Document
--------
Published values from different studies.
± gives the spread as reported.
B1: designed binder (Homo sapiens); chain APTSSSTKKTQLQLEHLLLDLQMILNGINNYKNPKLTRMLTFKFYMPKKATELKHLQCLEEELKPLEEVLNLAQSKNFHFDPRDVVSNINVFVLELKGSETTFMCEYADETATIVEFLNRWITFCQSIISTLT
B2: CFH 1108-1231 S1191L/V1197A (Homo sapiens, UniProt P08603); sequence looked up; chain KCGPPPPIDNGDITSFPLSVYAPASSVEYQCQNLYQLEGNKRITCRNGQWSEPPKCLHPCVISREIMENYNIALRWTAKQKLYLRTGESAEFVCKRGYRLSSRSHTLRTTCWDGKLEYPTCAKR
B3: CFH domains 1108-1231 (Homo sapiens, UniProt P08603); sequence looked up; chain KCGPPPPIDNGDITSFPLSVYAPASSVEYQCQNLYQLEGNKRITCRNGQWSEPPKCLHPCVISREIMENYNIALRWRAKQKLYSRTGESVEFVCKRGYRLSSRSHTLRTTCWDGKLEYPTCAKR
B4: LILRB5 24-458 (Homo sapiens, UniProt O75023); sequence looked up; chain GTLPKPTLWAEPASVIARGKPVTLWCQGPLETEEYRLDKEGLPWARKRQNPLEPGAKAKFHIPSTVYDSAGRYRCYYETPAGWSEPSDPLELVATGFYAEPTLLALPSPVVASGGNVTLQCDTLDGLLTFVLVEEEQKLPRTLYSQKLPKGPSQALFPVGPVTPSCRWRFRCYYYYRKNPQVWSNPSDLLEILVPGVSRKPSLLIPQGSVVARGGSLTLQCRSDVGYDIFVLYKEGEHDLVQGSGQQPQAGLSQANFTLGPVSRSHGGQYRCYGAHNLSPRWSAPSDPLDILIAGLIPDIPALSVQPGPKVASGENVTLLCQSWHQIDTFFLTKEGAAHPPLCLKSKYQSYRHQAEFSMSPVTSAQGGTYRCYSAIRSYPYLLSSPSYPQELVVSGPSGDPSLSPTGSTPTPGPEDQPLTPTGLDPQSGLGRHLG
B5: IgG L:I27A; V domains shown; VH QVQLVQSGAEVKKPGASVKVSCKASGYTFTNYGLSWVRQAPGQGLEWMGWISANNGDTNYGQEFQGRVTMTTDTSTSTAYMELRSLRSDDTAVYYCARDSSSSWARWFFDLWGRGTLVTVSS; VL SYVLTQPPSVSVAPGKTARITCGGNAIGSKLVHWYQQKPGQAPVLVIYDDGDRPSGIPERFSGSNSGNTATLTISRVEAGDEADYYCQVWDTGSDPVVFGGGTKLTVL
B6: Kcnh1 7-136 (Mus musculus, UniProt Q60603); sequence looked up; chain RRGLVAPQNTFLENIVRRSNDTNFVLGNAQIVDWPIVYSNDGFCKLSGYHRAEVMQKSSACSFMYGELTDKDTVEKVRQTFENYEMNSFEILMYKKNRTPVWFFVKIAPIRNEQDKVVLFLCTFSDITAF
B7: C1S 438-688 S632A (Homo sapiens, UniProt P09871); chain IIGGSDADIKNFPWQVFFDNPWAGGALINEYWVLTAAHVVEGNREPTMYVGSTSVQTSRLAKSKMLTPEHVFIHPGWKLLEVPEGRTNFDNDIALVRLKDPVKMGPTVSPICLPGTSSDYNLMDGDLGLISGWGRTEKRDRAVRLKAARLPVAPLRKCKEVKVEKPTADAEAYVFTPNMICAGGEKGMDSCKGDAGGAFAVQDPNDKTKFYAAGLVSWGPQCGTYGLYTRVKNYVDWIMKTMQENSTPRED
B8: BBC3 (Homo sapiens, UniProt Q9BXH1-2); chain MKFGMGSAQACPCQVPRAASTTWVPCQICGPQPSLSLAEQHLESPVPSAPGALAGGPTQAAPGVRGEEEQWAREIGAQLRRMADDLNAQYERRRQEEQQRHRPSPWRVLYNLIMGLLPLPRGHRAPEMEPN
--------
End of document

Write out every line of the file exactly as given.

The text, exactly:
Published values from different studies.
± gives the spread as reported.
B1: designed binder (Homo sapiens); chain APTSSSTKKTQLQLEHLLLDLQMILNGINNYKNPKLTRMLTFKFYMPKKATELKHLQCLEEELKPLEEVLNLAQSKNFHFDPRDVVSNINVFVLELKGSETTFMCEYADETATIVEFLNRWITFCQSIISTLT
B2: CFH 1108-1231 S1191L/V1197A (Homo sapiens, UniProt P08603); sequence looked up; chain KCGPPPPIDNGDITSFPLSVYAPASSVEYQCQNLYQLEGNKRITCRNGQWSEPPKCLHPCVISREIMENYNIALRWTAKQKLYLRTGESAEFVCKRGYRLSSRSHTLRTTCWDGKLEYPTCAKR
B3: CFH domains 1108-1231 (Homo sapiens, UniProt P08603); sequence looked up; chain KCGPPPPIDNGDITSFPLSVYAPASSVEYQCQNLYQLEGNKRITCRNGQWSEPPKCLHPCVISREIMENYNIALRWRAKQKLYSRTGESVEFVCKRGYRLSSRSHTLRTTCWDGKLEYPTCAKR
B4: LILRB5 24-458 (Homo sapiens, UniProt O75023); sequence looked up; chain GTLPKPTLWAEPASVIARGKPVTLWCQGPLETEEYRLDKEGLPWARKRQNPLEPGAKAKFHIPSTVYDSAGRYRCYYETPAGWSEPSDPLELVATGFYAEPTLLALPSPVVASGGNVTLQCDTLDGLLTFVLVEEEQKLPRTLYSQKLPKGPSQALFPVGPVTPSCRWRFRCYYYYRKNPQVWSNPSDLLEILVPGVSRKPSLLIPQGSVVARGGSLTLQCRSDVGYDIFVLYKEGEHDLVQGSGQQPQAGLSQANFTLGPVSRSHGGQYRCYGAHNLSPRWSAPSDPLDILIAGLIPDIPALSVQPGPKVASGENVTLLCQSWHQIDTFFLTKEGAAHPPLCLKSKYQSYRHQAEFSMSPVTSAQGGTYRCYSAIRSYPYLLSSPSYPQELVVSGPSGDPSLSPTGSTPTPGPEDQPLTPTGLDPQSGLGRHLG
B5: IgG L:I27A; V domains shown; VH QVQLVQSGAEVKKPGASVKVSCKASGYTFTNYGLSWVRQAPGQGLEWMGWISANNGDTNYGQEFQGRVTMTTDTSTSTAYMELRSLRSDDTAVYYCARDSSSSWARWFFDLWGRGTLVTVSS; VL SYVLTQPPSVSVAPGKTARITCGGNAIGSKLVHWYQQKPGQAPVLVIYDDGDRPSGIPERFSGSNSGNTATLTISRVEAGDEADYYCQVWDTGSDPVVFGGGTKLTVL
B6: Kcnh1 7-136 (Mus musculus, UniProt Q60603); sequence looked up; chain RRGLVAPQNTFLENIVRRSNDTNFVLGNAQIVDWPIVYSNDGFCKLSGYHRAEVMQKSSACSFMYGELTDKDTVEKVRQTFENYEMNSFEILMYKKNRTPVWFFVKIAPIRNEQDKVVLFLCTFSDITAF
B7: C1S 438-688 S632A (Homo sapiens, UniProt P09871); chain IIGGSDADIKNFPWQVFFDNPWAGGALINEYWVLTAAHVVEGNREPTMYVGSTSVQTSRLAKSKMLTPEHVFIHPGWKLLEVPEGRTNFDNDIALVRLKDPVKMGPTVSPICLPGTSSDYNLMDGDLGLISGWGRTEKRDRAVRLKAARLPVAPLRKCKEVKVEKPTADAEAYVFTPNMICAGGEKGMDSCKGDAGGAFAVQDPNDKTKFYAAGLVSWGPQCGTYGLYTRVKNYVDWIMKTMQENSTPRED
B8: BBC3 (Homo sapiens, UniProt Q9BXH1-2); chain MKFGMGSAQACPCQVPRAASTTWVPCQICGPQPSLSLAEQHLESPVPSAPGALAGGPTQAAPGVRGEEEQWAREIGAQLRRMADDLNAQYERRRQEEQQRHRPSPWRVLYNLIMGLLPLPRGHRAPEMEPN